Intern Med J. 2019 Jan 22. doi: 10.1111/imj.14230. [Epub ahead of print]
The Impact of Universal Immunohistochemistry on Lynch Syndrome Diagnosis in an Australian Colorectal Cancer Cohort.
Current guidelines recommend a step-wise screening algorithm for all colorectal carcinomas (CRC) to identify patients with Lynch Syndrome (LS).
We describe the frequencies of mismatch repair deficiency (dMMR), BRAFV600E mutations and MLH1 methylation in resected CRCs, and evaluate the impact of universal screening on LS detection.
Retrospectively, 1171 consecutive cases of resected CRC were identified between 2010 and 2017 from a large multi-centre pathology service. Testing for dMMR by immunohistochemistry (IHC) was initiated by the reporting pathologist from 2010, until universal testing was introduced in 2015. Patients with dMMR were referred to the Family Cancer Clinic (FCC) for consideration of germline mutation analysis.
IHC was performed on 680 tumours, with abnormal expression in 124 (18%). Referral to FCC was made for 44 of the 88 patients with abnormal IHC (excluding those with BRAFV600E mutations). Of the 29 who attended, 16 underwent germline genetic testing, and LS was diagnosed in 7 with a germline mutation. After implementation of universal testing, there was a greater incidence of dMMR (17% vs 10%, p=0.02), rate of BRAFV600E testing (79% vs 25%, p<0.0001), and referral to FCC (61% vs 33%, p<0.0001), but no difference in FCC attendance rate (65% vs 67%, p =0.59) or new LS diagnoses (1.6% vs 0%, p=0.06).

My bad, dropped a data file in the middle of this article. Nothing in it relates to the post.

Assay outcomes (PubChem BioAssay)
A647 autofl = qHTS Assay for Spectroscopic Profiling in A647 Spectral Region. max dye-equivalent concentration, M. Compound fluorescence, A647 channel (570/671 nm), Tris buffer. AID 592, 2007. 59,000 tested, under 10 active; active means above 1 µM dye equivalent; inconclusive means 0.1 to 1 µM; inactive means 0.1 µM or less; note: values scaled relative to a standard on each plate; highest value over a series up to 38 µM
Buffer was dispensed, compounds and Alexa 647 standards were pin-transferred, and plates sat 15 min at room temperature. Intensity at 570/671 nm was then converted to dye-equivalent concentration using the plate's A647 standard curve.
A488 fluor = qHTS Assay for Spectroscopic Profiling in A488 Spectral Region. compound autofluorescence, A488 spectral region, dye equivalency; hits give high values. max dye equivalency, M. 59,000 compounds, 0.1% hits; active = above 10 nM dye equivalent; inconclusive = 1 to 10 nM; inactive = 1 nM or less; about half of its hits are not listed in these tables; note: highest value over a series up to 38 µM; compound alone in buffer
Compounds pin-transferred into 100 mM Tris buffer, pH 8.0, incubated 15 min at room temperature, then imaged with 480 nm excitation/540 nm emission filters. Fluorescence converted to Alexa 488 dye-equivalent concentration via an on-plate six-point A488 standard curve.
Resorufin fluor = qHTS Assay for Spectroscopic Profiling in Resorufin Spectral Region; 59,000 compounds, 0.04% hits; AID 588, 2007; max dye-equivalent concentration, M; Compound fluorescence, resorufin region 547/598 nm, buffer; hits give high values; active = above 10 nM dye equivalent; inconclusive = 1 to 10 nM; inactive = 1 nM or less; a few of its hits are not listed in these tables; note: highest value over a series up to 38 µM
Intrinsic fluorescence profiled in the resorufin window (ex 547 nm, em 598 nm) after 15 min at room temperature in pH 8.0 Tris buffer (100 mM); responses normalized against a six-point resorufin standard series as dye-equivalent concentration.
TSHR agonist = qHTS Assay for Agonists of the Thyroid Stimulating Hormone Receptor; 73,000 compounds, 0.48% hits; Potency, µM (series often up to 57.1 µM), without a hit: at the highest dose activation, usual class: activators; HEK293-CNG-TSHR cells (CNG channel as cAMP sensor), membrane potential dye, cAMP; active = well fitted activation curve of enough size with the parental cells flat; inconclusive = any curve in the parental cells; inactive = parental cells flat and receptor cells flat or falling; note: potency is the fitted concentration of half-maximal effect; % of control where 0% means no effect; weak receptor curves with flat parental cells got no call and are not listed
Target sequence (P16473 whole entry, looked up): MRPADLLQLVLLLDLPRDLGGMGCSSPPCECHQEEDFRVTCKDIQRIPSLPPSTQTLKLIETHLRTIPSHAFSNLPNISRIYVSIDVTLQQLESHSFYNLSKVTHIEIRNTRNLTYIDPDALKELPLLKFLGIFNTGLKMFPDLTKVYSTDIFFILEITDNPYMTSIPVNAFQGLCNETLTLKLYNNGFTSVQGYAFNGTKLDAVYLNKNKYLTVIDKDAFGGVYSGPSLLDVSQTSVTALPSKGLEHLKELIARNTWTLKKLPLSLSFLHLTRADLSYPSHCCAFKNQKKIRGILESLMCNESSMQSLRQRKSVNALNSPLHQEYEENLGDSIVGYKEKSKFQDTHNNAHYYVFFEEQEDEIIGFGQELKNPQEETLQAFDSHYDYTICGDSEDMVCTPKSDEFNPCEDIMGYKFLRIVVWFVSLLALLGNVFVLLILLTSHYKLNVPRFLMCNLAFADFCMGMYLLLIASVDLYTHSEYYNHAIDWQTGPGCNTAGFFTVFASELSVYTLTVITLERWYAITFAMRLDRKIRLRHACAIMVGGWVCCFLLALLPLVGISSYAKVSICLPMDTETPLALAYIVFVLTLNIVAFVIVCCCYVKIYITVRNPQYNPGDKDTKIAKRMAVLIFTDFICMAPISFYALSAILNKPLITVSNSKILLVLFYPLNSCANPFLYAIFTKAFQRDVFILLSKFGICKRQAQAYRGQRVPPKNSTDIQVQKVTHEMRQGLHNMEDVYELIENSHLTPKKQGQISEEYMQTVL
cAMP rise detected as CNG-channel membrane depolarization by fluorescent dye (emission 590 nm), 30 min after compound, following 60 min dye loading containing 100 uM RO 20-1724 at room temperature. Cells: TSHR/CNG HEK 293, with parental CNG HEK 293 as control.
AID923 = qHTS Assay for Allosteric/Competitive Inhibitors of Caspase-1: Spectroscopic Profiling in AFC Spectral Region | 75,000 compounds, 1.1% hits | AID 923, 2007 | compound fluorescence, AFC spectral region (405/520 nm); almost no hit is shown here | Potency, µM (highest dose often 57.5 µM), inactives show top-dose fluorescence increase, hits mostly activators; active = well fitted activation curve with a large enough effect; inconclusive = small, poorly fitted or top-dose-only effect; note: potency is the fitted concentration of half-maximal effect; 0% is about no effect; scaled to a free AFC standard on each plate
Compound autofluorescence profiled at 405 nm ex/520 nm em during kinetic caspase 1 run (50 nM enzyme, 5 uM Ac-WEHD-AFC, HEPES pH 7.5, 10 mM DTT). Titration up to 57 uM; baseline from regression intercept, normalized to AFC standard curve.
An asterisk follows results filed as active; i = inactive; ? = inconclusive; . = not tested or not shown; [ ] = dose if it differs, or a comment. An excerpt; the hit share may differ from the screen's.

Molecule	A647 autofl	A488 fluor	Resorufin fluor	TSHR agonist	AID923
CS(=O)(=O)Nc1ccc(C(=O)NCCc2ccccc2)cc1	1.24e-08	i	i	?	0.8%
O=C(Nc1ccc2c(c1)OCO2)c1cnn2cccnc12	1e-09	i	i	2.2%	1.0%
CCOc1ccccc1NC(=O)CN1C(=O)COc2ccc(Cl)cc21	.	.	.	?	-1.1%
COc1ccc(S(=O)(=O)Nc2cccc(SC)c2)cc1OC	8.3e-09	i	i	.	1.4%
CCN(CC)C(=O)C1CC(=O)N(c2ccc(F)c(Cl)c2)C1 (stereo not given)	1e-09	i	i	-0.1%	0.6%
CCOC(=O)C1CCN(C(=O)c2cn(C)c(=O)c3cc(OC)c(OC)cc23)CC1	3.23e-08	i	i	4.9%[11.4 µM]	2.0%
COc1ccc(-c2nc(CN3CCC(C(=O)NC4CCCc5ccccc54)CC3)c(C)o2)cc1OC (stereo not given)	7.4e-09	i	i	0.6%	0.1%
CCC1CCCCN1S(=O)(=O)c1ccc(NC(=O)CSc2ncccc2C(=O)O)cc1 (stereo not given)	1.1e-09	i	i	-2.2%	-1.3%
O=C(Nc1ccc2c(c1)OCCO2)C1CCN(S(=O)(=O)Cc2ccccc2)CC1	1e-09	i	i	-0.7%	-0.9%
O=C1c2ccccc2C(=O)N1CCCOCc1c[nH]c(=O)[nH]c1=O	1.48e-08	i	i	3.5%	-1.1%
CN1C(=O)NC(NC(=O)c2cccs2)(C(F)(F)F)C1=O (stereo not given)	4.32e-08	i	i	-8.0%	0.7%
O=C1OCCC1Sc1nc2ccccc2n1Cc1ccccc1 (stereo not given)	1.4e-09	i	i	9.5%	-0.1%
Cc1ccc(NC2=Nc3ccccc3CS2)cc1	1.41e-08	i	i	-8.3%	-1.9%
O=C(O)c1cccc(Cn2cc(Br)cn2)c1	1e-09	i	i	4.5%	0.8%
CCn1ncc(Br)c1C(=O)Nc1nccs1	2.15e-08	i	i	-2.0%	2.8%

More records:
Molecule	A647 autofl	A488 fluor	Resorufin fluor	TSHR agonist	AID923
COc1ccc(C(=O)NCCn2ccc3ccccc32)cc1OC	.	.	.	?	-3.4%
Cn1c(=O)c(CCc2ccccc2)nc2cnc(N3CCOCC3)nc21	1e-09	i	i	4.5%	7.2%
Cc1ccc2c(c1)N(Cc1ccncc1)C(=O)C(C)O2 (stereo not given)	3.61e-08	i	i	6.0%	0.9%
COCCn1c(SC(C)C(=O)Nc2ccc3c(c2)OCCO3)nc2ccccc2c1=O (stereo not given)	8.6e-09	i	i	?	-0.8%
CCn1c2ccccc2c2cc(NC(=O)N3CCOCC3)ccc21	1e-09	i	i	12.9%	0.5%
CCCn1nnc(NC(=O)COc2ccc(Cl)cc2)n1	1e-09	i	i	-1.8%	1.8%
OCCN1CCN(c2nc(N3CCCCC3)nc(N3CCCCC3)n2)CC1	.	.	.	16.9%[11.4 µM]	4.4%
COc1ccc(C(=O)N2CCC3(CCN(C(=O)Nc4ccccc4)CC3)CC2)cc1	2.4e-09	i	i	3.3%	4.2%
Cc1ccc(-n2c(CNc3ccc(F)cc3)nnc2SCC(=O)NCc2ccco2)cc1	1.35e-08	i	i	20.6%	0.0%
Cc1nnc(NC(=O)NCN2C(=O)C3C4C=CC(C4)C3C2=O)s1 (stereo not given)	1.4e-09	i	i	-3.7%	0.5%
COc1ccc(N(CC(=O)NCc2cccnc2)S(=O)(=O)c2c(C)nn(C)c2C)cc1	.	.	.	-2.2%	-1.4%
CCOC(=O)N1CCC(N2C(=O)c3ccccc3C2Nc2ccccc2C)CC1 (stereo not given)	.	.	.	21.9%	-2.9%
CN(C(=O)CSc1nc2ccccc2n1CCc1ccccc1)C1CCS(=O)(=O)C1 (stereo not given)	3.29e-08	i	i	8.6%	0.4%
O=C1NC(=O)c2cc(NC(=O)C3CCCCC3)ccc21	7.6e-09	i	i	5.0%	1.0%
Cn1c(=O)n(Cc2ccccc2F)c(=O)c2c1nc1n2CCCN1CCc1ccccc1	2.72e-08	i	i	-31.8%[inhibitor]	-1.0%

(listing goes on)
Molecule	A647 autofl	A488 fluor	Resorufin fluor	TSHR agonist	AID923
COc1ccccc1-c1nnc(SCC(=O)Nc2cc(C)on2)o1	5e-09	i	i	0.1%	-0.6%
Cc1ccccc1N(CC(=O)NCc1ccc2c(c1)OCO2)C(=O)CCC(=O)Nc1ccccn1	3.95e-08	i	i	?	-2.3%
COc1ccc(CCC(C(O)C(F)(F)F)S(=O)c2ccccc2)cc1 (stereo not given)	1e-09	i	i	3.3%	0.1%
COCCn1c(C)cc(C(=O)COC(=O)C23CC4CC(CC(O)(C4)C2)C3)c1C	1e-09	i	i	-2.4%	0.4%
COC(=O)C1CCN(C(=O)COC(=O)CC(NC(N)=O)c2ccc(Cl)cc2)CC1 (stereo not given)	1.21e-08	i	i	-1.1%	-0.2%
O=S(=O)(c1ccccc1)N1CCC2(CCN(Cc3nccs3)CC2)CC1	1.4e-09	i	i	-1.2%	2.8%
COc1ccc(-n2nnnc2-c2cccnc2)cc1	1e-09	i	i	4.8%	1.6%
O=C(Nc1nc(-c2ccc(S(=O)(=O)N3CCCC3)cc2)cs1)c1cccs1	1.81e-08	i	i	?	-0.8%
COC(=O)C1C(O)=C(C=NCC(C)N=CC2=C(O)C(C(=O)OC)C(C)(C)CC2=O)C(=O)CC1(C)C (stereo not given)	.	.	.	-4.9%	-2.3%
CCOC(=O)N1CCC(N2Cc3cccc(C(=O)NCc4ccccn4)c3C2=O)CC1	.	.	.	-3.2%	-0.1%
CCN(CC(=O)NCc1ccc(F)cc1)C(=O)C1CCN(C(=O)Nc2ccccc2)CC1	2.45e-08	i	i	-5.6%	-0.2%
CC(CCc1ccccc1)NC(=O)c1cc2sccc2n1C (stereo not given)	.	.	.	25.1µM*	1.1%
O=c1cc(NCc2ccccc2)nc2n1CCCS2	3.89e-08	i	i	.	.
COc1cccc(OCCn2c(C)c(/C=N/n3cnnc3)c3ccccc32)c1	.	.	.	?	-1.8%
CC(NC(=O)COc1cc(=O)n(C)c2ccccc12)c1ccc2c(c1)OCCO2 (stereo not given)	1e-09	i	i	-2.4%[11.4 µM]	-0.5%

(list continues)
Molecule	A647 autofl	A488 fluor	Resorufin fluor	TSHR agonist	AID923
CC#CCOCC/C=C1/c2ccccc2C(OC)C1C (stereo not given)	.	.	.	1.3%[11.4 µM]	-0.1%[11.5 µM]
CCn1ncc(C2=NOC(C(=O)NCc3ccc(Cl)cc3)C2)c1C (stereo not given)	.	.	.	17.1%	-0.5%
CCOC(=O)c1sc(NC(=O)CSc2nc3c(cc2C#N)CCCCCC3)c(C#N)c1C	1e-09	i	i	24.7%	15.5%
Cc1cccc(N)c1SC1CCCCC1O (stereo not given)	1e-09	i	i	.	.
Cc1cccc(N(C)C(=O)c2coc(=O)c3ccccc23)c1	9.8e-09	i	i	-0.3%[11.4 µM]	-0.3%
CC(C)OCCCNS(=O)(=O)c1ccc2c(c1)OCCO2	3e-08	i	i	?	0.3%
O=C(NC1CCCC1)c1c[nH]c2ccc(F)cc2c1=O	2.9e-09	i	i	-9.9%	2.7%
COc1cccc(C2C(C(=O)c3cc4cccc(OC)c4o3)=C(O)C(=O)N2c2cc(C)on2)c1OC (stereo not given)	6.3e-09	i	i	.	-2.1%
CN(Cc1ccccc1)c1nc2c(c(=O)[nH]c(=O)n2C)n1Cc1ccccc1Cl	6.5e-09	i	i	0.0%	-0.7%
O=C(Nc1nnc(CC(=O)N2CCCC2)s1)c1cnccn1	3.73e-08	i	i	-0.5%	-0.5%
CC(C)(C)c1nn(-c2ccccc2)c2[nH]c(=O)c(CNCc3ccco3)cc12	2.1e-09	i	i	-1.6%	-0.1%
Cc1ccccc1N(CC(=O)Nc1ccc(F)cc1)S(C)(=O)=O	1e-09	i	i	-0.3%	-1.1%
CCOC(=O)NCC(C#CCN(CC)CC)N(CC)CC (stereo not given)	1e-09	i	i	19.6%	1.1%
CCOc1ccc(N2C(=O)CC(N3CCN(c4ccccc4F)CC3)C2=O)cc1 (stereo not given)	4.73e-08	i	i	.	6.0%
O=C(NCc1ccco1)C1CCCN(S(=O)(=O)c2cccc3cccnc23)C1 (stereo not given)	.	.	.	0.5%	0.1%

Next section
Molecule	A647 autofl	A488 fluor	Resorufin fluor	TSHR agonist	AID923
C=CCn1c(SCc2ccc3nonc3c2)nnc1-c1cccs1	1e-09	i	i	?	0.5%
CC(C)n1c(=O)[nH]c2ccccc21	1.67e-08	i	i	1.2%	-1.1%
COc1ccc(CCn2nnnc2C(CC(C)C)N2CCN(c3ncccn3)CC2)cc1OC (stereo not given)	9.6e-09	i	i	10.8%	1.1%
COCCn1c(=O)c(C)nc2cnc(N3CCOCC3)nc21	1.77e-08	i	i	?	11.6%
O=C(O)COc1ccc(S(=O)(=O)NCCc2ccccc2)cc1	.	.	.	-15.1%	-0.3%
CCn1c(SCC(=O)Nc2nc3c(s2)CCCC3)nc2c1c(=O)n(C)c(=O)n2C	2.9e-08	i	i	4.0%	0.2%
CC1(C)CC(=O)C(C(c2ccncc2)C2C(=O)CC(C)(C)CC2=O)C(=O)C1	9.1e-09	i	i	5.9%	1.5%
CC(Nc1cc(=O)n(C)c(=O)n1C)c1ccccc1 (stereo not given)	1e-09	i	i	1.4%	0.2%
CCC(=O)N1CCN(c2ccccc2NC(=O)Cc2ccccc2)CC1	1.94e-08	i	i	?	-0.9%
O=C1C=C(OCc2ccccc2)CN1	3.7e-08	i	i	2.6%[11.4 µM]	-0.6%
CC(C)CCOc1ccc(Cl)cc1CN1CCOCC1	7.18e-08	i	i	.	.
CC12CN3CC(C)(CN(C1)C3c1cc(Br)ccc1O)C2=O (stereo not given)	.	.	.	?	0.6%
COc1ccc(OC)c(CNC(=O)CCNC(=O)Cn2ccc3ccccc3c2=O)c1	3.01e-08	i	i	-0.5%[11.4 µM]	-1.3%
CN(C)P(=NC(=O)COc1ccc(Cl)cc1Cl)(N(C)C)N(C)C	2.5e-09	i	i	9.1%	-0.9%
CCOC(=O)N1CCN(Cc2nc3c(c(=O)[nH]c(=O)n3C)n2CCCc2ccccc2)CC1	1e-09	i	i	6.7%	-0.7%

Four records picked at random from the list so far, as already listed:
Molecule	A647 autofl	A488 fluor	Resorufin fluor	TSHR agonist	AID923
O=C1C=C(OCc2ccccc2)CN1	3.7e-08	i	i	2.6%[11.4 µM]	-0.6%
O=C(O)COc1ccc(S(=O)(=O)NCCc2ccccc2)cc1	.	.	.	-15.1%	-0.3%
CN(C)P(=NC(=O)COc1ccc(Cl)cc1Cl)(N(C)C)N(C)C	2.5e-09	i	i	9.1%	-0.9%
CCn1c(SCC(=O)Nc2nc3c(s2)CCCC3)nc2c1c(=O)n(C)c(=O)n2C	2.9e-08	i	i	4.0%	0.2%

Universal IHC testing may increase the detection of LS, and should be implemented where possible. However, the full benefit was limited by low referral to and uptake of genetic testing, and further strategies are needed to overcome these barriers. This article is protected by copyright. All rights reserved.
This article is protected by copyright. All rights reserved.
Lynch Syndrome; genetic counselling; immunohistochemistry; mismatch repair; universal screening